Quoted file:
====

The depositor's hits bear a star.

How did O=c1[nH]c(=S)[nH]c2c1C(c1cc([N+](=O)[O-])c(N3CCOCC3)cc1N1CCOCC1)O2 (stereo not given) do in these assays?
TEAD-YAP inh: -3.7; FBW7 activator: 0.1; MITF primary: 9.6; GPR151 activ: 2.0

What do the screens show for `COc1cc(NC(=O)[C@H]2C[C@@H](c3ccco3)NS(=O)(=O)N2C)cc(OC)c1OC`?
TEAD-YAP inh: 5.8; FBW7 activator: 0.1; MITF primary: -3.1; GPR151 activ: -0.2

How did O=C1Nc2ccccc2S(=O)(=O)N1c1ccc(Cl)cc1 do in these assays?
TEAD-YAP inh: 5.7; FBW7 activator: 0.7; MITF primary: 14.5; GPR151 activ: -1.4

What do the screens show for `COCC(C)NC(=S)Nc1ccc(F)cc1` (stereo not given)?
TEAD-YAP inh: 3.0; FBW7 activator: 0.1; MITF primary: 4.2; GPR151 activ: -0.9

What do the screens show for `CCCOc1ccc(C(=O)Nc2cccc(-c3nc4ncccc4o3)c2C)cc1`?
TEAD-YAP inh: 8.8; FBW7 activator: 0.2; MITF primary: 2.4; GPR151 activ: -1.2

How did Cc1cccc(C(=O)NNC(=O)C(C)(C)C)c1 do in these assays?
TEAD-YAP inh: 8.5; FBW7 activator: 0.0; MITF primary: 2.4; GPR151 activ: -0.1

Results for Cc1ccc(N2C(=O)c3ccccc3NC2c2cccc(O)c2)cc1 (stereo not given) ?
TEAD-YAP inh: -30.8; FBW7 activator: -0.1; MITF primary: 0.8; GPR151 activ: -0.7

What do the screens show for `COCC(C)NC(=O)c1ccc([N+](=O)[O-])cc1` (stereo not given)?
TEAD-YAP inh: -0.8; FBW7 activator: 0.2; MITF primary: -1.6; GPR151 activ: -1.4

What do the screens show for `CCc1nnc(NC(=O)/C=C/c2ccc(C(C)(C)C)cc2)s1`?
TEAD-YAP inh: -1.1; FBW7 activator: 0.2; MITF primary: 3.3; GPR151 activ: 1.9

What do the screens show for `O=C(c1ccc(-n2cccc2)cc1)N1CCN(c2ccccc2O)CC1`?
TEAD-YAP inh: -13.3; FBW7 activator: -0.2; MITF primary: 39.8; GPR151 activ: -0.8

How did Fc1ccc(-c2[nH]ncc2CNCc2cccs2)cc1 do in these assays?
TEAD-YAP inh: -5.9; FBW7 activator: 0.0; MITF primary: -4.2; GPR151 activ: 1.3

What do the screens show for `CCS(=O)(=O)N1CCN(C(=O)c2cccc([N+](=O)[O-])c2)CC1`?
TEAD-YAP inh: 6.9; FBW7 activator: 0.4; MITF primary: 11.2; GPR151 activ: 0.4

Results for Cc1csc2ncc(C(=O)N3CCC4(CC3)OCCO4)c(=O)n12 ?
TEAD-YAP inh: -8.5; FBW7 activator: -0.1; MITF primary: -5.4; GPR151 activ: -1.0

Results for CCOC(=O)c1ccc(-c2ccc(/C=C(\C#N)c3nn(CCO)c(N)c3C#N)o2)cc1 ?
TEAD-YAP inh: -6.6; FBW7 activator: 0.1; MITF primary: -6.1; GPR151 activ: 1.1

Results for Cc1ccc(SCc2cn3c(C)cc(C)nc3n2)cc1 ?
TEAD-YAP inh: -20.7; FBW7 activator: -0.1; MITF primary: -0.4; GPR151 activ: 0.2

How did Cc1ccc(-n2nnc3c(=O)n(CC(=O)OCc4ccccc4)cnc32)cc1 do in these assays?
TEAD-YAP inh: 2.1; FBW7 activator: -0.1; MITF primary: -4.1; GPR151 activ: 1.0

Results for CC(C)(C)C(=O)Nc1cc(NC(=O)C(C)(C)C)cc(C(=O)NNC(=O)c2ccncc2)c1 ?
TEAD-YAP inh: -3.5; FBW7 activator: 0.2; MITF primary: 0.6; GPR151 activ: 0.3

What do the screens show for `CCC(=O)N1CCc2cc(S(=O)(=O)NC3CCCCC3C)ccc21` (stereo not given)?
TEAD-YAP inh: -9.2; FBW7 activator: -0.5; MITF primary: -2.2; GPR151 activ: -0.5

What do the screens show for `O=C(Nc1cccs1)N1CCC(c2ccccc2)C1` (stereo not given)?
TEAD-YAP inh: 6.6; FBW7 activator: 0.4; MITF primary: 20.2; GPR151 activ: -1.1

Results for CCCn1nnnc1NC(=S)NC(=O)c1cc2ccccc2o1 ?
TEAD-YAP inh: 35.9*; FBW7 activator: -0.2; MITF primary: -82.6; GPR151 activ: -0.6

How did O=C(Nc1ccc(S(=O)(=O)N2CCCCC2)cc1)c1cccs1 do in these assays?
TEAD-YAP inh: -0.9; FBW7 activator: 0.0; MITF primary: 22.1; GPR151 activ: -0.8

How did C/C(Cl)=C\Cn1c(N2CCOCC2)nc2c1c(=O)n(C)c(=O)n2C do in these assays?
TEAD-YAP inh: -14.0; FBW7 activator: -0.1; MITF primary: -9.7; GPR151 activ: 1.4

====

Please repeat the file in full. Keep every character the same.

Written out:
The depositor's hits bear a star.

How did O=c1[nH]c(=S)[nH]c2c1C(c1cc([N+](=O)[O-])c(N3CCOCC3)cc1N1CCOCC1)O2 (stereo not given) do in these assays?
TEAD-YAP inh: -3.7; FBW7 activator: 0.1; MITF primary: 9.6; GPR151 activ: 2.0

What do the screens show for `COc1cc(NC(=O)[C@H]2C[C@@H](c3ccco3)NS(=O)(=O)N2C)cc(OC)c1OC`?
TEAD-YAP inh: 5.8; FBW7 activator: 0.1; MITF primary: -3.1; GPR151 activ: -0.2

How did O=C1Nc2ccccc2S(=O)(=O)N1c1ccc(Cl)cc1 do in these assays?
TEAD-YAP inh: 5.7; FBW7 activator: 0.7; MITF primary: 14.5; GPR151 activ: -1.4

What do the screens show for `COCC(C)NC(=S)Nc1ccc(F)cc1` (stereo not given)?
TEAD-YAP inh: 3.0; FBW7 activator: 0.1; MITF primary: 4.2; GPR151 activ: -0.9

What do the screens show for `CCCOc1ccc(C(=O)Nc2cccc(-c3nc4ncccc4o3)c2C)cc1`?
TEAD-YAP inh: 8.8; FBW7 activator: 0.2; MITF primary: 2.4; GPR151 activ: -1.2

How did Cc1cccc(C(=O)NNC(=O)C(C)(C)C)c1 do in these assays?
TEAD-YAP inh: 8.5; FBW7 activator: 0.0; MITF primary: 2.4; GPR151 activ: -0.1

Results for Cc1ccc(N2C(=O)c3ccccc3NC2c2cccc(O)c2)cc1 (stereo not given) ?
TEAD-YAP inh: -30.8; FBW7 activator: -0.1; MITF primary: 0.8; GPR151 activ: -0.7

What do the screens show for `COCC(C)NC(=O)c1ccc([N+](=O)[O-])cc1` (stereo not given)?
TEAD-YAP inh: -0.8; FBW7 activator: 0.2; MITF primary: -1.6; GPR151 activ: -1.4

What do the screens show for `CCc1nnc(NC(=O)/C=C/c2ccc(C(C)(C)C)cc2)s1`?
TEAD-YAP inh: -1.1; FBW7 activator: 0.2; MITF primary: 3.3; GPR151 activ: 1.9

What do the screens show for `O=C(c1ccc(-n2cccc2)cc1)N1CCN(c2ccccc2O)CC1`?
TEAD-YAP inh: -13.3; FBW7 activator: -0.2; MITF primary: 39.8; GPR151 activ: -0.8

How did Fc1ccc(-c2[nH]ncc2CNCc2cccs2)cc1 do in these assays?
TEAD-YAP inh: -5.9; FBW7 activator: 0.0; MITF primary: -4.2; GPR151 activ: 1.3

What do the screens show for `CCS(=O)(=O)N1CCN(C(=O)c2cccc([N+](=O)[O-])c2)CC1`?
TEAD-YAP inh: 6.9; FBW7 activator: 0.4; MITF primary: 11.2; GPR151 activ: 0.4

Results for Cc1csc2ncc(C(=O)N3CCC4(CC3)OCCO4)c(=O)n12 ?
TEAD-YAP inh: -8.5; FBW7 activator: -0.1; MITF primary: -5.4; GPR151 activ: -1.0

Results for CCOC(=O)c1ccc(-c2ccc(/C=C(\C#N)c3nn(CCO)c(N)c3C#N)o2)cc1 ?
TEAD-YAP inh: -6.6; FBW7 activator: 0.1; MITF primary: -6.1; GPR151 activ: 1.1

Results for Cc1ccc(SCc2cn3c(C)cc(C)nc3n2)cc1 ?
TEAD-YAP inh: -20.7; FBW7 activator: -0.1; MITF primary: -0.4; GPR151 activ: 0.2

How did Cc1ccc(-n2nnc3c(=O)n(CC(=O)OCc4ccccc4)cnc32)cc1 do in these assays?
TEAD-YAP inh: 2.1; FBW7 activator: -0.1; MITF primary: -4.1; GPR151 activ: 1.0

Results for CC(C)(C)C(=O)Nc1cc(NC(=O)C(C)(C)C)cc(C(=O)NNC(=O)c2ccncc2)c1 ?
TEAD-YAP inh: -3.5; FBW7 activator: 0.2; MITF primary: 0.6; GPR151 activ: 0.3

What do the screens show for `CCC(=O)N1CCc2cc(S(=O)(=O)NC3CCCCC3C)ccc21` (stereo not given)?
TEAD-YAP inh: -9.2; FBW7 activator: -0.5; MITF primary: -2.2; GPR151 activ: -0.5

What do the screens show for `O=C(Nc1cccs1)N1CCC(c2ccccc2)C1` (stereo not given)?
TEAD-YAP inh: 6.6; FBW7 activator: 0.4; MITF primary: 20.2; GPR151 activ: -1.1

Results for CCCn1nnnc1NC(=S)NC(=O)c1cc2ccccc2o1 ?
TEAD-YAP inh: 35.9*; FBW7 activator: -0.2; MITF primary: -82.6; GPR151 activ: -0.6

How did O=C(Nc1ccc(S(=O)(=O)N2CCCCC2)cc1)c1cccs1 do in these assays?
TEAD-YAP inh: -0.9; FBW7 activator: 0.0; MITF primary: 22.1; GPR151 activ: -0.8

How did C/C(Cl)=C\Cn1c(N2CCOCC2)nc2c1c(=O)n(C)c(=O)n2C do in these assays?
TEAD-YAP inh: -14.0; FBW7 activator: -0.1; MITF primary: -9.7; GPR151 activ: 1.4